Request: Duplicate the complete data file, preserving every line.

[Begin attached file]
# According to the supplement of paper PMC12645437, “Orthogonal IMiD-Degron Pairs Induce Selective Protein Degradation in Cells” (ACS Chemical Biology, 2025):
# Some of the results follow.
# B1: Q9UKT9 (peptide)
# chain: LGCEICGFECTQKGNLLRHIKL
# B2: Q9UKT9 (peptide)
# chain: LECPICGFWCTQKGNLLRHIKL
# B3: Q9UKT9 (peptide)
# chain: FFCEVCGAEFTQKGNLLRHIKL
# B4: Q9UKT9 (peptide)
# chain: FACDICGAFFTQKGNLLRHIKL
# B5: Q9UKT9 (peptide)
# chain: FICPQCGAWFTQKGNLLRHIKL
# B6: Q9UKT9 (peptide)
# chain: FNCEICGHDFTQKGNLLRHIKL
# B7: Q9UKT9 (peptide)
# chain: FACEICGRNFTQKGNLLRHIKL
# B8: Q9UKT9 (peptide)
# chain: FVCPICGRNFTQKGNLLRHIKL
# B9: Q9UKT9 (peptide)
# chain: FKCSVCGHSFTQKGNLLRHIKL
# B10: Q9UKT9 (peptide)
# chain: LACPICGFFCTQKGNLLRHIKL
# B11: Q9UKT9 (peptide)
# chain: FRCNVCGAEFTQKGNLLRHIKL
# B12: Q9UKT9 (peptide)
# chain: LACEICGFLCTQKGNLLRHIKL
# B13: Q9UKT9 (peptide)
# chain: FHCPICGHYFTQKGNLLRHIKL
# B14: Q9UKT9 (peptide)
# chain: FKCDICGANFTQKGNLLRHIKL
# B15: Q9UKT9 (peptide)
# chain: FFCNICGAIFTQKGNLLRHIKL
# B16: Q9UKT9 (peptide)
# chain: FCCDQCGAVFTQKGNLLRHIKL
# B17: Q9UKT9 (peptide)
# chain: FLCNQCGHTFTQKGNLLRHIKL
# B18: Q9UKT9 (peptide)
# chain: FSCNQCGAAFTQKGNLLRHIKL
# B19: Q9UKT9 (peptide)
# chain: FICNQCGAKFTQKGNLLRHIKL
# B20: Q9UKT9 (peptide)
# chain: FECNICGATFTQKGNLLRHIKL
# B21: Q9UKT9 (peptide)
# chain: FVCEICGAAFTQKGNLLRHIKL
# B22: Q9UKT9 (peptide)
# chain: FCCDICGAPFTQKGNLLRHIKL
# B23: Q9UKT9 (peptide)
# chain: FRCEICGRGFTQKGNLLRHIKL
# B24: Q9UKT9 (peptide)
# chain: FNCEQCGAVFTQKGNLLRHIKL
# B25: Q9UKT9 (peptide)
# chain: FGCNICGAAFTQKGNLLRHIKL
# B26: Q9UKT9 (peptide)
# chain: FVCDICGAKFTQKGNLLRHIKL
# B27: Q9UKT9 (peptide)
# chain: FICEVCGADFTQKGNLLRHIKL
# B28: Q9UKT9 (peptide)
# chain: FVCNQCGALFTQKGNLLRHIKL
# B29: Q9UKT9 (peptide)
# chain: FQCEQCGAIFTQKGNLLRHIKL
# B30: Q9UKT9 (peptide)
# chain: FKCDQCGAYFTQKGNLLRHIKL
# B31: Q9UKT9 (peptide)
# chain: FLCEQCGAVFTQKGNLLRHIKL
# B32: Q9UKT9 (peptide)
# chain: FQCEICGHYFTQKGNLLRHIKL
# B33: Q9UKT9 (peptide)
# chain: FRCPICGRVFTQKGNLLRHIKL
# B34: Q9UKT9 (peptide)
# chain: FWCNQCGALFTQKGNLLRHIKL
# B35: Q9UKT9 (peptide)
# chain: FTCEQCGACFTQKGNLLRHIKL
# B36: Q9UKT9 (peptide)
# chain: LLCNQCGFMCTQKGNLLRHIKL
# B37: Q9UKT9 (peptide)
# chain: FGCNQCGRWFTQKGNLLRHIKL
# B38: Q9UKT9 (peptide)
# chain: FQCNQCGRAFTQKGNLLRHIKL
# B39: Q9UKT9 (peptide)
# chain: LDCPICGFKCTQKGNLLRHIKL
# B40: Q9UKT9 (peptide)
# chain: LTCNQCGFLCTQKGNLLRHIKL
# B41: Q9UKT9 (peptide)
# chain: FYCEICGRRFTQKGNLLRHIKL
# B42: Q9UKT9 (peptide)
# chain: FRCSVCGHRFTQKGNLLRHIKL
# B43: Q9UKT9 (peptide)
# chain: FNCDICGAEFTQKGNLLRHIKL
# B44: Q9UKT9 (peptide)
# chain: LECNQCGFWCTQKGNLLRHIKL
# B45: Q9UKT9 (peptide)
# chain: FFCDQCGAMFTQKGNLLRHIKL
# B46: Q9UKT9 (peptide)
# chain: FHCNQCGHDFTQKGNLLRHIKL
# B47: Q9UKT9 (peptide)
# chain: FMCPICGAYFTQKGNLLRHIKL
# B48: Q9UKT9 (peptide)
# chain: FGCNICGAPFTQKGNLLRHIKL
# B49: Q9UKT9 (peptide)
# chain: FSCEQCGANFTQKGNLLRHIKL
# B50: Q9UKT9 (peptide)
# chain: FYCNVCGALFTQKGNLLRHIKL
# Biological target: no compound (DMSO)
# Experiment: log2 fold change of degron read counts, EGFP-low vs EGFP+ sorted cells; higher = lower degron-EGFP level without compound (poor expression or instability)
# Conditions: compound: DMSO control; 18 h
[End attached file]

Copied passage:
# According to the supplement of paper PMC12645437, “Orthogonal IMiD-Degron Pairs Induce Selective Protein Degradation in Cells” (ACS Chemical Biology, 2025):
# Some of the results follow.
# B1: Q9UKT9 (peptide)
# chain: LGCEICGFECTQKGNLLRHIKL
# B2: Q9UKT9 (peptide)
# chain: LECPICGFWCTQKGNLLRHIKL
# B3: Q9UKT9 (peptide)
# chain: FFCEVCGAEFTQKGNLLRHIKL
# B4: Q9UKT9 (peptide)
# chain: FACDICGAFFTQKGNLLRHIKL
# B5: Q9UKT9 (peptide)
# chain: FICPQCGAWFTQKGNLLRHIKL
# B6: Q9UKT9 (peptide)
# chain: FNCEICGHDFTQKGNLLRHIKL
# B7: Q9UKT9 (peptide)
# chain: FACEICGRNFTQKGNLLRHIKL
# B8: Q9UKT9 (peptide)
# chain: FVCPICGRNFTQKGNLLRHIKL
# B9: Q9UKT9 (peptide)
# chain: FKCSVCGHSFTQKGNLLRHIKL
# B10: Q9UKT9 (peptide)
# chain: LACPICGFFCTQKGNLLRHIKL
# B11: Q9UKT9 (peptide)
# chain: FRCNVCGAEFTQKGNLLRHIKL
# B12: Q9UKT9 (peptide)
# chain: LACEICGFLCTQKGNLLRHIKL
# B13: Q9UKT9 (peptide)
# chain: FHCPICGHYFTQKGNLLRHIKL
# B14: Q9UKT9 (peptide)
# chain: FKCDICGANFTQKGNLLRHIKL
# B15: Q9UKT9 (peptide)
# chain: FFCNICGAIFTQKGNLLRHIKL
# B16: Q9UKT9 (peptide)
# chain: FCCDQCGAVFTQKGNLLRHIKL
# B17: Q9UKT9 (peptide)
# chain: FLCNQCGHTFTQKGNLLRHIKL
# B18: Q9UKT9 (peptide)
# chain: FSCNQCGAAFTQKGNLLRHIKL
# B19: Q9UKT9 (peptide)
# chain: FICNQCGAKFTQKGNLLRHIKL
# B20: Q9UKT9 (peptide)
# chain: FECNICGATFTQKGNLLRHIKL
# B21: Q9UKT9 (peptide)
# chain: FVCEICGAAFTQKGNLLRHIKL
# B22: Q9UKT9 (peptide)
# chain: FCCDICGAPFTQKGNLLRHIKL
# B23: Q9UKT9 (peptide)
# chain: FRCEICGRGFTQKGNLLRHIKL
# B24: Q9UKT9 (peptide)
# chain: FNCEQCGAVFTQKGNLLRHIKL
# B25: Q9UKT9 (peptide)
# chain: FGCNICGAAFTQKGNLLRHIKL
# B26: Q9UKT9 (peptide)
# chain: FVCDICGAKFTQKGNLLRHIKL
# B27: Q9UKT9 (peptide)
# chain: FICEVCGADFTQKGNLLRHIKL
# B28: Q9UKT9 (peptide)
# chain: FVCNQCGALFTQKGNLLRHIKL
# B29: Q9UKT9 (peptide)
# chain: FQCEQCGAIFTQKGNLLRHIKL
# B30: Q9UKT9 (peptide)
# chain: FKCDQCGAYFTQKGNLLRHIKL
# B31: Q9UKT9 (peptide)
# chain: FLCEQCGAVFTQKGNLLRHIKL
# B32: Q9UKT9 (peptide)
# chain: FQCEICGHYFTQKGNLLRHIKL
# B33: Q9UKT9 (peptide)
# chain: FRCPICGRVFTQKGNLLRHIKL
# B34: Q9UKT9 (peptide)
# chain: FWCNQCGALFTQKGNLLRHIKL
# B35: Q9UKT9 (peptide)
# chain: FTCEQCGACFTQKGNLLRHIKL
# B36: Q9UKT9 (peptide)
# chain: LLCNQCGFMCTQKGNLLRHIKL
# B37: Q9UKT9 (peptide)
# chain: FGCNQCGRWFTQKGNLLRHIKL
# B38: Q9UKT9 (peptide)
# chain: FQCNQCGRAFTQKGNLLRHIKL
# B39: Q9UKT9 (peptide)
# chain: LDCPICGFKCTQKGNLLRHIKL
# B40: Q9UKT9 (peptide)
# chain: LTCNQCGFLCTQKGNLLRHIKL
# B41: Q9UKT9 (peptide)
# chain: FYCEICGRRFTQKGNLLRHIKL
# B42: Q9UKT9 (peptide)
# chain: FRCSVCGHRFTQKGNLLRHIKL
# B43: Q9UKT9 (peptide)
# chain: FNCDICGAEFTQKGNLLRHIKL
# B44: Q9UKT9 (peptide)
# chain: LECNQCGFWCTQKGNLLRHIKL
# B45: Q9UKT9 (peptide)
# chain: FFCDQCGAMFTQKGNLLRHIKL
# B46: Q9UKT9 (peptide)
# chain: FHCNQCGHDFTQKGNLLRHIKL
# B47: Q9UKT9 (peptide)
# chain: FMCPICGAYFTQKGNLLRHIKL
# B48: Q9UKT9 (peptide)
# chain: FGCNICGAPFTQKGNLLRHIKL
# B49: Q9UKT9 (peptide)
# chain: FSCEQCGANFTQKGNLLRHIKL
# B50: Q9UKT9 (peptide)
# chain: FYCNVCGALFTQKGNLLRHIKL
# Biological target: no compound (DMSO)
# Experiment: log2 fold change of degron read counts, EGFP-low vs EGFP+ sorted cells; higher = lower degron-EGFP level without compound (poor expression or instability)
# Conditions: compound: DMSO control; 18 h